Chasselas, which is called Gutedel in German, is the typical grape variety of the Markgräflerland region. Around 1780 Charles Frederick, Margrave of Baden, brought the Chasselas vine from Vevey at Lake Geneva in Switzerland to the Markgräflerland in Baden.
The major growing area of Chasselas in Germany is the Markgräflerland due to perfect weather conditions: hot and dry days during midsummer along with cool fall winds coming from the southern Black Forest hills at night, are excellent for this grape variety.
The wine is a light, crisp, fruity and stimulating white wine, which is mostly vinified dry – meaning not sweet. It is a perfect accompaniment for food.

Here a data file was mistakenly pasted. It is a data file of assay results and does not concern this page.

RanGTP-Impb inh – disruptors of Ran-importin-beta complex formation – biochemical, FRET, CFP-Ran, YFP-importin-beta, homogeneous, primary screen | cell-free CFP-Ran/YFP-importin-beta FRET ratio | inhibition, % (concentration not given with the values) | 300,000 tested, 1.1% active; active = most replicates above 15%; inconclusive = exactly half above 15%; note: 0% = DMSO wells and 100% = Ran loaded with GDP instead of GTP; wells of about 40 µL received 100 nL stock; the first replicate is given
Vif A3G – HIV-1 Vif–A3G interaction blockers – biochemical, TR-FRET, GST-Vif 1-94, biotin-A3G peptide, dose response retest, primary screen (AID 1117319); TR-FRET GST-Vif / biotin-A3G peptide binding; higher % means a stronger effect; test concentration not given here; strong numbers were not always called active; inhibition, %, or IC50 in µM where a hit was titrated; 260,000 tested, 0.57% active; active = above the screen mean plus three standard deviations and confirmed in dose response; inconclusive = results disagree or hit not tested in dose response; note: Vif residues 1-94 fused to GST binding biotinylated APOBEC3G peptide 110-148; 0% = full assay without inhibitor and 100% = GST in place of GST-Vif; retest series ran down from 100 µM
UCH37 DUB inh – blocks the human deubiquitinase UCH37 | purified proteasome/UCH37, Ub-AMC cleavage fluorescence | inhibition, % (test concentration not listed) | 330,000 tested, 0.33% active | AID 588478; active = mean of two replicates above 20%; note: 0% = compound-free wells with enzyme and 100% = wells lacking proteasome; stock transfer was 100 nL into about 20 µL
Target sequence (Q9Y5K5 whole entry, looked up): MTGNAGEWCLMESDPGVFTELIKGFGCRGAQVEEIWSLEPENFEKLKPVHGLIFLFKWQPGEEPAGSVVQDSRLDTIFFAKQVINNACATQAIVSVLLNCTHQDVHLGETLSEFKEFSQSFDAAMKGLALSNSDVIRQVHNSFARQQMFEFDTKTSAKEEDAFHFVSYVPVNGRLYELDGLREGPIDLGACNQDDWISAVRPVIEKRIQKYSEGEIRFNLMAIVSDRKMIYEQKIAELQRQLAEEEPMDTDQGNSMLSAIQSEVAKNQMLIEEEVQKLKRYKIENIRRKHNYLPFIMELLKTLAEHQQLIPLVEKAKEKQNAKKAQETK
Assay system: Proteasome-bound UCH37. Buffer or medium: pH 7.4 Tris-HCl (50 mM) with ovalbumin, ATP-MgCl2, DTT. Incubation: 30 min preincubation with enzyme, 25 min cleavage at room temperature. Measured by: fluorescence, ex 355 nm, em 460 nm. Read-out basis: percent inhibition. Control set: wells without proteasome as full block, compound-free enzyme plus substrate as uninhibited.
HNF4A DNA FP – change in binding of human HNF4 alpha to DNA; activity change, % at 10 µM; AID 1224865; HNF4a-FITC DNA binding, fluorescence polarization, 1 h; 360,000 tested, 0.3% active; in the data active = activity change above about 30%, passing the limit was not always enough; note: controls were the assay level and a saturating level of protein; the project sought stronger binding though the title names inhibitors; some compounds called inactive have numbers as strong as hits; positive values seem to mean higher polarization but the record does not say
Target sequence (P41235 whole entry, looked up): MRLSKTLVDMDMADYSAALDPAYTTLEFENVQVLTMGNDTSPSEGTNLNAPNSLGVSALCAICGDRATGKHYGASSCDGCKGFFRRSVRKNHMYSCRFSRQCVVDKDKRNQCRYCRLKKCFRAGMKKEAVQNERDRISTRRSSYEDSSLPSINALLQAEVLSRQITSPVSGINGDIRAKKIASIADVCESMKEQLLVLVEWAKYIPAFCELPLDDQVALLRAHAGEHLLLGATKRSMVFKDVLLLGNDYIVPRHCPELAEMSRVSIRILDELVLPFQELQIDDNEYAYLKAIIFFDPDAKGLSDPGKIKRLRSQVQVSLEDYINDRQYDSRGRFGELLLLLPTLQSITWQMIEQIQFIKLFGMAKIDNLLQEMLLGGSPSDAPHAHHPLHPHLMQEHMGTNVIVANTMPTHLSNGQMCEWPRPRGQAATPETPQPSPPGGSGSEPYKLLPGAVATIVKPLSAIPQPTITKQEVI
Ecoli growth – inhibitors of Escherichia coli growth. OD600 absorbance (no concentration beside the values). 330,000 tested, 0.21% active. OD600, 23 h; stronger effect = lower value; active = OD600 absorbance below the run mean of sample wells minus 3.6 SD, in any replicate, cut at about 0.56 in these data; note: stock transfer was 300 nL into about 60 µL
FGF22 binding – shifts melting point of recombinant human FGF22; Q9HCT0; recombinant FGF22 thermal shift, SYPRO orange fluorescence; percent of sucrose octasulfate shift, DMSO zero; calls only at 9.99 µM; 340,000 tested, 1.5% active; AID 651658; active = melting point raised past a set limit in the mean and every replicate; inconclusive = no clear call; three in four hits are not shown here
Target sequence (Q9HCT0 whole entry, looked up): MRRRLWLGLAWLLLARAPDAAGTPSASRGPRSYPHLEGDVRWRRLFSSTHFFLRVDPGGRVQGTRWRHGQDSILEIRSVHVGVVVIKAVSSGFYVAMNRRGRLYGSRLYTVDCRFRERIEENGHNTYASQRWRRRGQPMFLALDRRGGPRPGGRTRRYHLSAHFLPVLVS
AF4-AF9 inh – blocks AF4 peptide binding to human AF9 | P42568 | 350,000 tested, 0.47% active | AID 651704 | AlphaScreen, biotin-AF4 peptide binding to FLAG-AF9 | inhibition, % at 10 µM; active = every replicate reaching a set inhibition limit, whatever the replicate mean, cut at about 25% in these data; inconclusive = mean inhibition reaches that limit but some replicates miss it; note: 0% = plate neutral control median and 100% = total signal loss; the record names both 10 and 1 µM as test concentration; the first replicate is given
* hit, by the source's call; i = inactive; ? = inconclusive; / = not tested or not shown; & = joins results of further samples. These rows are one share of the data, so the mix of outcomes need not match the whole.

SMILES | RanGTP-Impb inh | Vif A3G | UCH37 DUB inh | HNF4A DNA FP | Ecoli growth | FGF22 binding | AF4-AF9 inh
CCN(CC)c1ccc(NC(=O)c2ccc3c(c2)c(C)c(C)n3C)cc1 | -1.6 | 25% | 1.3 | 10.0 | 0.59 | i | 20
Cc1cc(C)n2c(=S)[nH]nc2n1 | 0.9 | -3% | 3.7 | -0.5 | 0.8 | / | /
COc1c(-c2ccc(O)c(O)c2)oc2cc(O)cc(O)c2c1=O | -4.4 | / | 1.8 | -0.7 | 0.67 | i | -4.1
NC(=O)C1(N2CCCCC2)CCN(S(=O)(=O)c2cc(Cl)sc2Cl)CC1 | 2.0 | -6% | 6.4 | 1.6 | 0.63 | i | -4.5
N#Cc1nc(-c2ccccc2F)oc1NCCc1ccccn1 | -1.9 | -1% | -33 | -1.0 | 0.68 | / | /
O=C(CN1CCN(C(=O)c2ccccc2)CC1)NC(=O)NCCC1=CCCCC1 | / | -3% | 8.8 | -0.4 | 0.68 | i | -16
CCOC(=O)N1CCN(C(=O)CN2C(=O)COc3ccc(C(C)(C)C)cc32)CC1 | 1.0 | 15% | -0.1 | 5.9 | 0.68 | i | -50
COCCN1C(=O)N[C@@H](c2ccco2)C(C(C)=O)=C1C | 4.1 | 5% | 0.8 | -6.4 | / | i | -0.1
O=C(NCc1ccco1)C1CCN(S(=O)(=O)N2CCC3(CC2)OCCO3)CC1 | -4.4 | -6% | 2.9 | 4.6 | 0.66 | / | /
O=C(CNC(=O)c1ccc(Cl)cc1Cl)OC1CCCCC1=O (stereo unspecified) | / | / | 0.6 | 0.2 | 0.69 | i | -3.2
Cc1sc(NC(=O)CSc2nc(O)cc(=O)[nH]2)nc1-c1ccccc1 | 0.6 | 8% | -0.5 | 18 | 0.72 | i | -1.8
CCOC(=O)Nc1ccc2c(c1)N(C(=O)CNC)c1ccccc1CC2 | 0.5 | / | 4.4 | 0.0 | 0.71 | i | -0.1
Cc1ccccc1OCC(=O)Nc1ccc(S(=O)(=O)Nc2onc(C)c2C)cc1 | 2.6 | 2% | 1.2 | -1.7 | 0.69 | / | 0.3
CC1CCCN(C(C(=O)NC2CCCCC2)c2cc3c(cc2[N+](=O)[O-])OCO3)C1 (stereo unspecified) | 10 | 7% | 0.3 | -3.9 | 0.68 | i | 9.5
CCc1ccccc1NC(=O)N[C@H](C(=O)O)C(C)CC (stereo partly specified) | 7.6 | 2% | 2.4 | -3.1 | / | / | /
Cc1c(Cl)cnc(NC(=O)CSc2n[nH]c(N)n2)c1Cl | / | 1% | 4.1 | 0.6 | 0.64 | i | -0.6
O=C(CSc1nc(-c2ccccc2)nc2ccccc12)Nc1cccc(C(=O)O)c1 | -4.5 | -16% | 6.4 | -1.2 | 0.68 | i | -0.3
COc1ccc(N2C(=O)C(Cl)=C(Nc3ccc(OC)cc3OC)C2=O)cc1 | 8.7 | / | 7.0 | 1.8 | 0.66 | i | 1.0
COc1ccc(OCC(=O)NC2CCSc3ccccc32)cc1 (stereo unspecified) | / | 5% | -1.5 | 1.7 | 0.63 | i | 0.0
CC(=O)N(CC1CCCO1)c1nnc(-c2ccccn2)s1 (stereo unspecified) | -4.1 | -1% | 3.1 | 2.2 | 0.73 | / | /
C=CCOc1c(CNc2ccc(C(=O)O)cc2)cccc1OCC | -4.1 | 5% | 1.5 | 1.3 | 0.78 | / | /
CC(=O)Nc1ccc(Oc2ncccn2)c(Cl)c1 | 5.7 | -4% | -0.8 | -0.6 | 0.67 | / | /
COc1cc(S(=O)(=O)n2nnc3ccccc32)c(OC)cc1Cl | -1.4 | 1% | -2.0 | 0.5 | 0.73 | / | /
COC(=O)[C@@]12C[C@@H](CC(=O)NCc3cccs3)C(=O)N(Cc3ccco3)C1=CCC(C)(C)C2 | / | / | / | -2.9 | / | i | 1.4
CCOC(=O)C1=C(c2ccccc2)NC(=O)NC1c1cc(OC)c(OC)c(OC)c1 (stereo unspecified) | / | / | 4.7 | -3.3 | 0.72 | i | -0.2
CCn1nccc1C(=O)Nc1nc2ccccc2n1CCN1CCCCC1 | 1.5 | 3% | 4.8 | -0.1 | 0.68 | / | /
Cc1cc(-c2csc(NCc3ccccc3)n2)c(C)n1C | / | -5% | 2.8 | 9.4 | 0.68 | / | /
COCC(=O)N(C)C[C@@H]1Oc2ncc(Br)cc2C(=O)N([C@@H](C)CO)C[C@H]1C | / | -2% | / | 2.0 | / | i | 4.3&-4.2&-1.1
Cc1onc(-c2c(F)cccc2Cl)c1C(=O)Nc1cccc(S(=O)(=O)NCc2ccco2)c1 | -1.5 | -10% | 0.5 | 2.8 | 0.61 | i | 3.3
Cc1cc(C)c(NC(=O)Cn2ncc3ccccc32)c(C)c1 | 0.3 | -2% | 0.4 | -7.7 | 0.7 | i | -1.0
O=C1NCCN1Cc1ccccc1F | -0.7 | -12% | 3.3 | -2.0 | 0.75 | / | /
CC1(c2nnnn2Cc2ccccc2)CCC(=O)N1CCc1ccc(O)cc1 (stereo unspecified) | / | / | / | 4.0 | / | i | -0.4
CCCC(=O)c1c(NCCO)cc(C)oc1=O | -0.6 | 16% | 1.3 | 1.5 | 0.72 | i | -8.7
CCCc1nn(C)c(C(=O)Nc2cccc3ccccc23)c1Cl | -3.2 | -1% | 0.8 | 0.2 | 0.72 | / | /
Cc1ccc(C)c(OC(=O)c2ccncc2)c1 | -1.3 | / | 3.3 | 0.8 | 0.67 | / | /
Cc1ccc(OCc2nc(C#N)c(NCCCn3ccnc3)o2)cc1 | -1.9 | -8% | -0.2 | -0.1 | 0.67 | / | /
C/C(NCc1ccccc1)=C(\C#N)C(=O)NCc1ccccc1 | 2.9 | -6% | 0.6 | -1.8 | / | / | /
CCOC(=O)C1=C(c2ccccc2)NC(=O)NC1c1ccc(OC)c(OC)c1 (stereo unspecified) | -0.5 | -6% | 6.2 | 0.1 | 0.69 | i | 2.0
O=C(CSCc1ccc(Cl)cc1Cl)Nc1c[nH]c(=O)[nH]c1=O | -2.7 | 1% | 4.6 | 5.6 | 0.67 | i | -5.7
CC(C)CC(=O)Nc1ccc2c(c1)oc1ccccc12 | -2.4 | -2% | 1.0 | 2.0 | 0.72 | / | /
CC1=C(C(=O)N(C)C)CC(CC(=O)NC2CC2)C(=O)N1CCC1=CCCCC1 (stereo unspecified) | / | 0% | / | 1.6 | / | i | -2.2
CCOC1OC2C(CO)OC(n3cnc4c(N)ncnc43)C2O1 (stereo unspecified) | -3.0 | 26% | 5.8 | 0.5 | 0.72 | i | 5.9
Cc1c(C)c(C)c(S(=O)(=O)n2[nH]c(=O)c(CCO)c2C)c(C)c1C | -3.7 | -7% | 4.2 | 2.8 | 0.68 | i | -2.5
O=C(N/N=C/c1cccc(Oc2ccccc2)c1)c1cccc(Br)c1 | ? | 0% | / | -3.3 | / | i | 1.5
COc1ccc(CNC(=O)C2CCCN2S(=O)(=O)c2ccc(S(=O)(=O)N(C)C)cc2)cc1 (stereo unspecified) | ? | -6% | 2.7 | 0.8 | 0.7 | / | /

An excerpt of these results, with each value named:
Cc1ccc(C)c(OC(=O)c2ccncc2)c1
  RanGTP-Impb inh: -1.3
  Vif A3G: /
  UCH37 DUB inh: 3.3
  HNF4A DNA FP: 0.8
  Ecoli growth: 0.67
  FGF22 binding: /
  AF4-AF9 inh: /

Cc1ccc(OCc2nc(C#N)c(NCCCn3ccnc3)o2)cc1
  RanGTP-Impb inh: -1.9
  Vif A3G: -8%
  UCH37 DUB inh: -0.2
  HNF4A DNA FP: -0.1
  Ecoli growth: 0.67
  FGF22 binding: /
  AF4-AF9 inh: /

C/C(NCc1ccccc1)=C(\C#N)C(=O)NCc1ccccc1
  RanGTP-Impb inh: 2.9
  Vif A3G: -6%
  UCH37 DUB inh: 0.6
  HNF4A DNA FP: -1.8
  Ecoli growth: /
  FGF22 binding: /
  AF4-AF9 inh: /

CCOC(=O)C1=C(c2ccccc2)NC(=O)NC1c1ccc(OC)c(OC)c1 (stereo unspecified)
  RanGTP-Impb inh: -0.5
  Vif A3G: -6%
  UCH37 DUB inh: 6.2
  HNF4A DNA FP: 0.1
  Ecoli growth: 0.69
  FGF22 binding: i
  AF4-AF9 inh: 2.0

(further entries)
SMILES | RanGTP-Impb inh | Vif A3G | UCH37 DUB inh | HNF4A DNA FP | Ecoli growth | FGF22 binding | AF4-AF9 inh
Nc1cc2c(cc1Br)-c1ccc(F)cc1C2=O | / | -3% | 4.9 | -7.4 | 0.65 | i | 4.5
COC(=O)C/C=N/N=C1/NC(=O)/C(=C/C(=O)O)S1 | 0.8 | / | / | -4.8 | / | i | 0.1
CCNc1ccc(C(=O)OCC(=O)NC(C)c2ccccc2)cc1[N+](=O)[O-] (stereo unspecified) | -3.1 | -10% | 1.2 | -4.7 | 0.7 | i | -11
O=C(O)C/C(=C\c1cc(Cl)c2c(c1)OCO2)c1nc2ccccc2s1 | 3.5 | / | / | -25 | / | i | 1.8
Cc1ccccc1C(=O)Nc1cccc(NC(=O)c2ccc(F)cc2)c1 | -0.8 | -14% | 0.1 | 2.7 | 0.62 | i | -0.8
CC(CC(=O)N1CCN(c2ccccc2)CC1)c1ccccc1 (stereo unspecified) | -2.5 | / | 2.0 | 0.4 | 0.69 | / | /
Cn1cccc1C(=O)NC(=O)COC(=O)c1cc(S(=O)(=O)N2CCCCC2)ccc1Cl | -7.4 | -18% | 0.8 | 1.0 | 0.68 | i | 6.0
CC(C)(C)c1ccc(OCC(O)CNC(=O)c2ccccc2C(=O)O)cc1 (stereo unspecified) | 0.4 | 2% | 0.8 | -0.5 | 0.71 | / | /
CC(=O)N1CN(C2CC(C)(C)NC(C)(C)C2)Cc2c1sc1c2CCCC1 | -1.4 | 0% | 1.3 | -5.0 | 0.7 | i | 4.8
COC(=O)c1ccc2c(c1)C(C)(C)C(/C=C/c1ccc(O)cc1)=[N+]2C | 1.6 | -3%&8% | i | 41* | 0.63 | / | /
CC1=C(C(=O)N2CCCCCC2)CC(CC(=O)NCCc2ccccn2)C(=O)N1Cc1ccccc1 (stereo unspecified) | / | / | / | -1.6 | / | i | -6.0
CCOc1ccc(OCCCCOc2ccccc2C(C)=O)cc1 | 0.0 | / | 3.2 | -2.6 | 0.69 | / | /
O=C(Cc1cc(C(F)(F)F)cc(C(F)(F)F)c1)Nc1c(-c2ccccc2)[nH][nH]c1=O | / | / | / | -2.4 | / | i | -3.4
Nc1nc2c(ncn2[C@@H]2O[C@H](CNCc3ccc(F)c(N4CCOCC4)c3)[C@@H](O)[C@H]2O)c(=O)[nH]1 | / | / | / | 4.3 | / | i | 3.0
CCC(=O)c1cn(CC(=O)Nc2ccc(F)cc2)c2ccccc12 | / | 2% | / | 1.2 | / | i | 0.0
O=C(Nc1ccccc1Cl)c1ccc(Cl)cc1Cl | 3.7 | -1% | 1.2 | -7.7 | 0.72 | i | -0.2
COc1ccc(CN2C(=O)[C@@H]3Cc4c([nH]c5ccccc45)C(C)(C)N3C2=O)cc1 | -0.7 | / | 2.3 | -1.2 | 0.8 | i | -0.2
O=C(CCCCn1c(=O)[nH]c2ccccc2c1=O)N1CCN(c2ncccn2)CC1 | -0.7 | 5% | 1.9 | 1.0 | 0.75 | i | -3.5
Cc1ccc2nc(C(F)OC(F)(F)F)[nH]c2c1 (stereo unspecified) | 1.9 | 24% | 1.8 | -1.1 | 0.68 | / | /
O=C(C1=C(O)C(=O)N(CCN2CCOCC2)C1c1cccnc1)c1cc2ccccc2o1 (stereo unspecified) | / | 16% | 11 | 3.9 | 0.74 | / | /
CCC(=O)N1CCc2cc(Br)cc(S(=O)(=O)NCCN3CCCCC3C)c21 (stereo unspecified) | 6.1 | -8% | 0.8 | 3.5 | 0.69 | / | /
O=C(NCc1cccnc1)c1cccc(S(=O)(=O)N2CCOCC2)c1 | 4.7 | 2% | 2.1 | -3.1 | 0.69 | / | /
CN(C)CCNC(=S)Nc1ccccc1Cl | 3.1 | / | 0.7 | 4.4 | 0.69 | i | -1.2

Chasselas is classified as one of the oldest grape varieties. Its origin is said to be in Egypt where Chasselas has been cultivated since around 5.000 years. Many varieties can still be found in the Faiyum Oasis, about 70 kilometres southwest of Cairo. The Romans are said to have brought the grape variety to Europe. Vicomte d’Auban, a French diplomat, then brought the grape variety from the Turkish Constantinople to Burgundy in 1523. In the town Chasselas, southwest of Mâcon, „Chasselas“ is supposed to have been cultivated for the first time in France – hence the name.